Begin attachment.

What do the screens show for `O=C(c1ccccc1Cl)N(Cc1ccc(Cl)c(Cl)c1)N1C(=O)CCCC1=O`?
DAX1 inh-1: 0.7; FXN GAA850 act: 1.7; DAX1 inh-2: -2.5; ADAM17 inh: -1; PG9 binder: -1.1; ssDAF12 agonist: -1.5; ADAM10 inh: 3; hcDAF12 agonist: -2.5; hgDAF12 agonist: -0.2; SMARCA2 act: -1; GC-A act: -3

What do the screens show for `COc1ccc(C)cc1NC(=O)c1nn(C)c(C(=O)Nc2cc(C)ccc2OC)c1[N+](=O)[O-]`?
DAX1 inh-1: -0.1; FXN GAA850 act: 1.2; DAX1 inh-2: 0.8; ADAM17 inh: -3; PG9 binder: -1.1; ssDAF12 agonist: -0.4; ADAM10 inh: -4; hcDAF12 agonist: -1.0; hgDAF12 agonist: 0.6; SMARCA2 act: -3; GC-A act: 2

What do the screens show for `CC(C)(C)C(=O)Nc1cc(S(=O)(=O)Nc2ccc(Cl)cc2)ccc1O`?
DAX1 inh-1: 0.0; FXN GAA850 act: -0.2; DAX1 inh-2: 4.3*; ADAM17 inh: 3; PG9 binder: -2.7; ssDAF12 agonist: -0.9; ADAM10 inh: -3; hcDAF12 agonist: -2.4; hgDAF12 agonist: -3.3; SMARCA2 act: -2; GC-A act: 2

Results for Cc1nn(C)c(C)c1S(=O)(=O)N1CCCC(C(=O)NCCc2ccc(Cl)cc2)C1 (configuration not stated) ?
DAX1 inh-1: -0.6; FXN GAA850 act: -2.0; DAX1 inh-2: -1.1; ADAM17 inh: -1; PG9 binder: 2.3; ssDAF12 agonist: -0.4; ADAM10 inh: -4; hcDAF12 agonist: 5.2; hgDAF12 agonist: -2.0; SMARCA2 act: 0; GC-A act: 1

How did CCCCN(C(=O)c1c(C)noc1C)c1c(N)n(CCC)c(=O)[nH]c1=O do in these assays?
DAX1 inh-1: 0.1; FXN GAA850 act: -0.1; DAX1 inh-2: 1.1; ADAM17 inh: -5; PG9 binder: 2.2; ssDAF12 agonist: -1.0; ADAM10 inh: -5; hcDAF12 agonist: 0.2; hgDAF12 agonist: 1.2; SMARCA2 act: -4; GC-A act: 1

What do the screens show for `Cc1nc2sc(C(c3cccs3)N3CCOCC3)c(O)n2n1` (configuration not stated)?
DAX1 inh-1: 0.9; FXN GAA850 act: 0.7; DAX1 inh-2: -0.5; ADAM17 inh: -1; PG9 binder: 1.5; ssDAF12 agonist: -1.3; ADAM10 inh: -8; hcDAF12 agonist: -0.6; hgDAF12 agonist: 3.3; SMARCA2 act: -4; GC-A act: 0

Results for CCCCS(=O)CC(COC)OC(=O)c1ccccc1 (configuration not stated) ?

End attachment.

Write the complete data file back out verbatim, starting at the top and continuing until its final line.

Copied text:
What do the screens show for `O=C(c1ccccc1Cl)N(Cc1ccc(Cl)c(Cl)c1)N1C(=O)CCCC1=O`?
DAX1 inh-1: 0.7; FXN GAA850 act: 1.7; DAX1 inh-2: -2.5; ADAM17 inh: -1; PG9 binder: -1.1; ssDAF12 agonist: -1.5; ADAM10 inh: 3; hcDAF12 agonist: -2.5; hgDAF12 agonist: -0.2; SMARCA2 act: -1; GC-A act: -3

What do the screens show for `COc1ccc(C)cc1NC(=O)c1nn(C)c(C(=O)Nc2cc(C)ccc2OC)c1[N+](=O)[O-]`?
DAX1 inh-1: -0.1; FXN GAA850 act: 1.2; DAX1 inh-2: 0.8; ADAM17 inh: -3; PG9 binder: -1.1; ssDAF12 agonist: -0.4; ADAM10 inh: -4; hcDAF12 agonist: -1.0; hgDAF12 agonist: 0.6; SMARCA2 act: -3; GC-A act: 2

What do the screens show for `CC(C)(C)C(=O)Nc1cc(S(=O)(=O)Nc2ccc(Cl)cc2)ccc1O`?
DAX1 inh-1: 0.0; FXN GAA850 act: -0.2; DAX1 inh-2: 4.3*; ADAM17 inh: 3; PG9 binder: -2.7; ssDAF12 agonist: -0.9; ADAM10 inh: -3; hcDAF12 agonist: -2.4; hgDAF12 agonist: -3.3; SMARCA2 act: -2; GC-A act: 2

Results for Cc1nn(C)c(C)c1S(=O)(=O)N1CCCC(C(=O)NCCc2ccc(Cl)cc2)C1 (configuration not stated) ?
DAX1 inh-1: -0.6; FXN GAA850 act: -2.0; DAX1 inh-2: -1.1; ADAM17 inh: -1; PG9 binder: 2.3; ssDAF12 agonist: -0.4; ADAM10 inh: -4; hcDAF12 agonist: 5.2; hgDAF12 agonist: -2.0; SMARCA2 act: 0; GC-A act: 1

How did CCCCN(C(=O)c1c(C)noc1C)c1c(N)n(CCC)c(=O)[nH]c1=O do in these assays?
DAX1 inh-1: 0.1; FXN GAA850 act: -0.1; DAX1 inh-2: 1.1; ADAM17 inh: -5; PG9 binder: 2.2; ssDAF12 agonist: -1.0; ADAM10 inh: -5; hcDAF12 agonist: 0.2; hgDAF12 agonist: 1.2; SMARCA2 act: -4; GC-A act: 1

What do the screens show for `Cc1nc2sc(C(c3cccs3)N3CCOCC3)c(O)n2n1` (configuration not stated)?
DAX1 inh-1: 0.9; FXN GAA850 act: 0.7; DAX1 inh-2: -0.5; ADAM17 inh: -1; PG9 binder: 1.5; ssDAF12 agonist: -1.3; ADAM10 inh: -8; hcDAF12 agonist: -0.6; hgDAF12 agonist: 3.3; SMARCA2 act: -4; GC-A act: 0

Results for CCCCS(=O)CC(COC)OC(=O)c1ccccc1 (configuration not stated) ?